Those who do enjoy, or benefit from those games end up being eaten alive by the mechanisms of a such an existence. Often, without even realising what beauty and soulfulness they’ve lost along the way.

And machines, in an automated world, don’t possess that human spark of creativity and deep social skills that we crave. The physical touch of another, just as a baby needs skin on skin in order to thrive. A glance of empathy, a story that lights the way through a dark place to a warm hearth, and a wild-edged home. Stories with their roots in ancestral memory, and in blood and dirt, and long wanderings. Or music that’s conjured from the molten core of human emotion.

The things that crack our hearts open and allow our soft yearnings to enter the world. They are the things, I believe, that make the world; every bit as much as we ourselves are made by the world. For better, and for worse.

One day they’ll be able to mimic so much of human life and interaction in these manufactured beings. But they still won’t be us. The cognitive dissonance would be stark. We would know, yet not know.

Perhaps more efficient versions of us could be made, without all of our messy, random, “superfluous” impulses, behaviours, and tics that are impossible to erase in a human. It would be dangerous to include that mess and unpredictability in a robot – however chilling, and mildly repulsive the result might be. The unpredictable element, which life bestows.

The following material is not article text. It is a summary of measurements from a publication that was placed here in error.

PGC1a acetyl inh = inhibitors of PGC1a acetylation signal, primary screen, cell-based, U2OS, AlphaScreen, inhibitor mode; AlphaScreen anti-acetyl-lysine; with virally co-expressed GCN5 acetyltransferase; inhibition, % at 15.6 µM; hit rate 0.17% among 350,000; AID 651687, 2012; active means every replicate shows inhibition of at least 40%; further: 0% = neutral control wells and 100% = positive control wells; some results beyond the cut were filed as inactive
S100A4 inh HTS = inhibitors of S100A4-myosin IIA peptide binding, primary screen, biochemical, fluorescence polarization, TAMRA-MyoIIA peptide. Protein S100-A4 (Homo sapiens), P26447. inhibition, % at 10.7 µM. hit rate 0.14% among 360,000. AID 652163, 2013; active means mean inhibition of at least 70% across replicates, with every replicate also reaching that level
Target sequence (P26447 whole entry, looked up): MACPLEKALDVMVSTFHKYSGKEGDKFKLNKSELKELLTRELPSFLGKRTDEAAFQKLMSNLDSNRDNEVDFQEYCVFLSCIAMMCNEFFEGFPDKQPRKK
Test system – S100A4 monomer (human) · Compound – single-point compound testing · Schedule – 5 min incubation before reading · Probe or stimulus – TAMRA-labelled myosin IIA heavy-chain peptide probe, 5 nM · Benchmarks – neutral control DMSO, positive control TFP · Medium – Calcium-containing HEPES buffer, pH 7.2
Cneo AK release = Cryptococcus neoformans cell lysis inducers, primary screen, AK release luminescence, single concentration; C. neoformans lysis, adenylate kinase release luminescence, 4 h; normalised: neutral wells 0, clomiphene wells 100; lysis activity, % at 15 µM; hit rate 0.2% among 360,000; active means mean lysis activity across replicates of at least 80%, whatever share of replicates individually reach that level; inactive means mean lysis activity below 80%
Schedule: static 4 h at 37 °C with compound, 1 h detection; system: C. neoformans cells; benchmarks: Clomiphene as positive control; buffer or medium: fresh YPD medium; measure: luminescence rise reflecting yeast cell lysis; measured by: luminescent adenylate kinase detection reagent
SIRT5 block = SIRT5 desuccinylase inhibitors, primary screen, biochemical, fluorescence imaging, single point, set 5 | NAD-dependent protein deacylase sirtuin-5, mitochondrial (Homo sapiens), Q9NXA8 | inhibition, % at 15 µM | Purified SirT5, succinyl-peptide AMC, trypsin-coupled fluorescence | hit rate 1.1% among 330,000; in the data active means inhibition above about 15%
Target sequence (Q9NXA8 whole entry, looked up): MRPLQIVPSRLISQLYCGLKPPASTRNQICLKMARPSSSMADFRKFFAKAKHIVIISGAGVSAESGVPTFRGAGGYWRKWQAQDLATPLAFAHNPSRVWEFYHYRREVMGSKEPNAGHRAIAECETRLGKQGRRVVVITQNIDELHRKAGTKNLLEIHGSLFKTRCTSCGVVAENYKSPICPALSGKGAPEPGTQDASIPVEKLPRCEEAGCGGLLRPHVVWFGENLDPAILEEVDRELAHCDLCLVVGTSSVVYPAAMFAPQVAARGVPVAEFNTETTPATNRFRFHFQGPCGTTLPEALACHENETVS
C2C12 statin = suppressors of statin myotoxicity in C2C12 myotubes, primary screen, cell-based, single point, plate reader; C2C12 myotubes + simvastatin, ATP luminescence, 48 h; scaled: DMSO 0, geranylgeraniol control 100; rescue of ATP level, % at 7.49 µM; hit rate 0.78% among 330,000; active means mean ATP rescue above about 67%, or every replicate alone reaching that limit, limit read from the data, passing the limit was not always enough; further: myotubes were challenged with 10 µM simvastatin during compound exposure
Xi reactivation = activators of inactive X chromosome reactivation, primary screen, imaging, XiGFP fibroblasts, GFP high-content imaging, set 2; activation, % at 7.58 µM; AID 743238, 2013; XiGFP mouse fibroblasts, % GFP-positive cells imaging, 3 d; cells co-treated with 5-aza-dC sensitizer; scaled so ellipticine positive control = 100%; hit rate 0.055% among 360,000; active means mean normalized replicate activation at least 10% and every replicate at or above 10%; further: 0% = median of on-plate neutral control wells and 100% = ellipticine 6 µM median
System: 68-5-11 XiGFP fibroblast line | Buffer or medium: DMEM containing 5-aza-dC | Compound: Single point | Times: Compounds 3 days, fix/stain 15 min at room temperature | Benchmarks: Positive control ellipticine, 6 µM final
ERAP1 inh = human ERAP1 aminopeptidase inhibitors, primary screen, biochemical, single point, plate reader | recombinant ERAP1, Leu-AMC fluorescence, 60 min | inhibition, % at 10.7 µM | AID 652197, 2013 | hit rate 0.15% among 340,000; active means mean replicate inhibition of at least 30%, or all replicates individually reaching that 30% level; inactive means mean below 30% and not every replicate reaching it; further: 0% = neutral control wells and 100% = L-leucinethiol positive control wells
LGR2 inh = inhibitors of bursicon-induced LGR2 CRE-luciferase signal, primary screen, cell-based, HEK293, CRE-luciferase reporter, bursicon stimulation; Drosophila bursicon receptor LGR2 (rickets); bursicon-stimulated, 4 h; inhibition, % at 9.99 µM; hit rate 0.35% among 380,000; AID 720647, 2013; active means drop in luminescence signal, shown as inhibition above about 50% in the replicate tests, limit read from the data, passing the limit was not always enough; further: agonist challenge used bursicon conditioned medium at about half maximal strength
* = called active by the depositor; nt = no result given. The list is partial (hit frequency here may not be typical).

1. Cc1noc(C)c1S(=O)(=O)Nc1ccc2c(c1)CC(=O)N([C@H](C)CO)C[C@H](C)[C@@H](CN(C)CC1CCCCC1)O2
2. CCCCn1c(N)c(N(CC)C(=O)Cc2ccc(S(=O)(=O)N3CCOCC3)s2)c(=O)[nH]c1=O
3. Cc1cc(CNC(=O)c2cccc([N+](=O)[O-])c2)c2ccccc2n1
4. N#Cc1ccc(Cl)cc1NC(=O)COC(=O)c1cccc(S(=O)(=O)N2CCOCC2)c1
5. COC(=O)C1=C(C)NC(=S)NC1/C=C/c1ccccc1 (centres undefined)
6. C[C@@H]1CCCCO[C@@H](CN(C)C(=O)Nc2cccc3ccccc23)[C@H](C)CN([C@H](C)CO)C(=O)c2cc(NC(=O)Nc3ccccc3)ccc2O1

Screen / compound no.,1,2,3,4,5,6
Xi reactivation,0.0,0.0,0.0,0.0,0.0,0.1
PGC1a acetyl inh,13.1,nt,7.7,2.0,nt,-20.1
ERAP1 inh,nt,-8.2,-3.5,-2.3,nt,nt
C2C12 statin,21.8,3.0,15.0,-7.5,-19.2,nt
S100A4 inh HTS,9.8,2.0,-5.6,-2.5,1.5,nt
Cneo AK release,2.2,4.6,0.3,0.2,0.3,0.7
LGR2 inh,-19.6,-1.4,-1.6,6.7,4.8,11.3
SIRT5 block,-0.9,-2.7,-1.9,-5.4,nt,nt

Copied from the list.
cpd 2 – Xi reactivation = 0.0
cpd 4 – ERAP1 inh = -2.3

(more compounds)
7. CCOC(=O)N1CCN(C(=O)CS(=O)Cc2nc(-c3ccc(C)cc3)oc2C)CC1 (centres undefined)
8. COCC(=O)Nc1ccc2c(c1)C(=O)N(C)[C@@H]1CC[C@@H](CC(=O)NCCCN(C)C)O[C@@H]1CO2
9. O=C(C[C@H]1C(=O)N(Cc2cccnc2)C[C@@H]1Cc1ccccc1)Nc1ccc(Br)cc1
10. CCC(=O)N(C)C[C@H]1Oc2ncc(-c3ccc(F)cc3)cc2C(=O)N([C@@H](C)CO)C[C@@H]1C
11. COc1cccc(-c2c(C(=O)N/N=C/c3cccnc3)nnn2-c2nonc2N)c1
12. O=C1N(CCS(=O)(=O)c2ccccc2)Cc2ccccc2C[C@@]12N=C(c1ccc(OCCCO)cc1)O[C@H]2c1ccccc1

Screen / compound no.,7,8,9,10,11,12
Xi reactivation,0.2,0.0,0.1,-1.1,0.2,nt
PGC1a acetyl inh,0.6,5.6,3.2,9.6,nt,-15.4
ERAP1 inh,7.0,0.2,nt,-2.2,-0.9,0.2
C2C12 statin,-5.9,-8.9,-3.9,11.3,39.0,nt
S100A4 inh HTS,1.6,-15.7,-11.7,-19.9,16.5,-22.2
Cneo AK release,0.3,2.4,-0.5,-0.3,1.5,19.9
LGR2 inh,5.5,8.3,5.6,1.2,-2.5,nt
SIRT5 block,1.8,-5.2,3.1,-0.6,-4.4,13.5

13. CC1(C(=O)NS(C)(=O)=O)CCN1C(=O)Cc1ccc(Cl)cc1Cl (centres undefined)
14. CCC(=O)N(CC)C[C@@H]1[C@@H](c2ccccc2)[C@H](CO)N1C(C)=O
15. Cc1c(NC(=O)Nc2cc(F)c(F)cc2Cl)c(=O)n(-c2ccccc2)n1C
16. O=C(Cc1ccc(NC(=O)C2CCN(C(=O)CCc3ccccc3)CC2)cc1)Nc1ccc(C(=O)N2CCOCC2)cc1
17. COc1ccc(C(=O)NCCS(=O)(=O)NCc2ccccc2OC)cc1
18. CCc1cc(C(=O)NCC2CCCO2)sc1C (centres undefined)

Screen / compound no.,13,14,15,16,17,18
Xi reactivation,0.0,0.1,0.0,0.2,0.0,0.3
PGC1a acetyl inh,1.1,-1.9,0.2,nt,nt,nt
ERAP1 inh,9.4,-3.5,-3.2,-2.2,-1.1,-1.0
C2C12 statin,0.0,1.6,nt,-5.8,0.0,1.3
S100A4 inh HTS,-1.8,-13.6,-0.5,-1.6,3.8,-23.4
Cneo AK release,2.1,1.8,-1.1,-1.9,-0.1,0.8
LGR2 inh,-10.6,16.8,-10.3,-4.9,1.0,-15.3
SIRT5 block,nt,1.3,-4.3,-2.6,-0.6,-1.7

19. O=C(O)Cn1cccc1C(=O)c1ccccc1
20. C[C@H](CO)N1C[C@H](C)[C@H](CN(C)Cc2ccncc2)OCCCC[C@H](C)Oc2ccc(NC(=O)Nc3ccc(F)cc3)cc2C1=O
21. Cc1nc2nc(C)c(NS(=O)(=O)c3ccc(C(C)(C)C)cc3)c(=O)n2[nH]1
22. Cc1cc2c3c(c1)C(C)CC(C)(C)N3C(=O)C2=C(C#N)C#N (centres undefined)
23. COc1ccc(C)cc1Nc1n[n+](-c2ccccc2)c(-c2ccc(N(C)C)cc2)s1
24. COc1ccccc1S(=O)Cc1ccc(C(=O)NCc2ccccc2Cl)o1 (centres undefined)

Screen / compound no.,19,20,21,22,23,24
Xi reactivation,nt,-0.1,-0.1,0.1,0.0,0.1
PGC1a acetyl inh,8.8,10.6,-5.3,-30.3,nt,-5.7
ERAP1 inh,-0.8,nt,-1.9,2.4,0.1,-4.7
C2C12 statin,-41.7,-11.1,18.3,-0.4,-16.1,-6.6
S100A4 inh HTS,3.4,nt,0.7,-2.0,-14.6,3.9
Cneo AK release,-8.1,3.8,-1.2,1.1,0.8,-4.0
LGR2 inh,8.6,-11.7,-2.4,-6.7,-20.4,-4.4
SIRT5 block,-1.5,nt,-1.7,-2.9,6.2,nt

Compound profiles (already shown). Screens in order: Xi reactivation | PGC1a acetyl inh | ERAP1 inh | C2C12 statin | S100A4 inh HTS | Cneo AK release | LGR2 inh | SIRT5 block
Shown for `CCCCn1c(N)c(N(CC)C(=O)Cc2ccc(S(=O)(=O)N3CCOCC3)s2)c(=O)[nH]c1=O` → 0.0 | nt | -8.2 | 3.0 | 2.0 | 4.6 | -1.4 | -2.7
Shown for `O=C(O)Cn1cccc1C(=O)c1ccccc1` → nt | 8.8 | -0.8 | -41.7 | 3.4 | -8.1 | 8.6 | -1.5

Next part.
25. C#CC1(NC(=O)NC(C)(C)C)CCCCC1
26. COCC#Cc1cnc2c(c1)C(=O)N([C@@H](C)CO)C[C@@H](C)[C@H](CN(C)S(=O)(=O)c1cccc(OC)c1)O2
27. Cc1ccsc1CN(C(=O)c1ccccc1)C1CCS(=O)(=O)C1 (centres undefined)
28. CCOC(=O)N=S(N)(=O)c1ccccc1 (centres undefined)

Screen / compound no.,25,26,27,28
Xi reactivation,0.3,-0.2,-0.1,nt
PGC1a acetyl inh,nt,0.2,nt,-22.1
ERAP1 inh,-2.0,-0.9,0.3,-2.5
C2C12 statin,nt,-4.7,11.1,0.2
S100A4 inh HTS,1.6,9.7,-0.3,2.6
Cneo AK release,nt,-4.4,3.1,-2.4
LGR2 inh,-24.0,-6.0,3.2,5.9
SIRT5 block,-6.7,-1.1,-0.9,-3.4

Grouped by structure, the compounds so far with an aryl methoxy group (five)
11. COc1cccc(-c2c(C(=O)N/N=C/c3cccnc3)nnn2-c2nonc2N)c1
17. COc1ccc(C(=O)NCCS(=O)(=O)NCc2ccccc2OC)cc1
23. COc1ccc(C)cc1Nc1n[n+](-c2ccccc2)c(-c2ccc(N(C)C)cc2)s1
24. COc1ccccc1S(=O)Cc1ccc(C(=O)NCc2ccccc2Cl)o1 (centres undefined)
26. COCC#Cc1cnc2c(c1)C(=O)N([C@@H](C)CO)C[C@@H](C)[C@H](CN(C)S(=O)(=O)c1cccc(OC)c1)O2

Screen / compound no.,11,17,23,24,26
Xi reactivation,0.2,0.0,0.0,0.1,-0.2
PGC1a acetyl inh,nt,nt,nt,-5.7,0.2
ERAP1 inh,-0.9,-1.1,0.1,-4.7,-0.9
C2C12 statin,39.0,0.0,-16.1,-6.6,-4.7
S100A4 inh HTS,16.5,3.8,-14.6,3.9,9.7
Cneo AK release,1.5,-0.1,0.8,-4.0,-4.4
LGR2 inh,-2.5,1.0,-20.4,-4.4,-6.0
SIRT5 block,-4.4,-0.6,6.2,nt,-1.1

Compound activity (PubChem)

And this morning I walked out in the rain, and passed by shops and people going about their day. The bowls of water left outside shops yesterday for dogs, because of the heat. The smile of apology and murmured concern when a man nearly walked into me, as he came around a blind corner.

Warmth, kindness, thoughtfulness, empathy. Small things. Huge things.

And here I was thinking I’d pop in with a cuppa, and chat about some music I’m listening to, (as well as some other things). But instead it becomes a random tale about ADD, robots, and daydreaming. As you do. None of it is thought out, or through. These are merely the surface of thoughts, slung together over tea leaves on a rainy afternoon.

But I will briefly mention some music, and say that I’ve really liked Kiwi musician Marlon Williams’ music these past few years, (he of the liquid gold vocal chords). I’m currently enjoying this song, and dancing to this one, (the video makes me chuckle).

And now I must go and feed the dog-person, as well as the cat-people. I am receiving Looks. Cheerio, then. xxx

 

 

*As we all know, ideas are preserved in the dew drops you see strung on cobwebs. Because that’s what spiders really do, between gobbling insects. They collect all the ideas, that fall as dew, and they store them on the orbs of their homes on frosted mornings; until we’re ready to (politely) collect them up and use them. Always ask the spider-archivist first though, and never, ever break a spider’s web. So many ideas will be lost, along with someone’s home that they made entirely by hand. And don’t be too greedy – try to choose the ideas that are suited to you, replace ones that aren’t, and leave them for others. Or pass them along. Many ideas can grow and become more beautiful when they’re shared.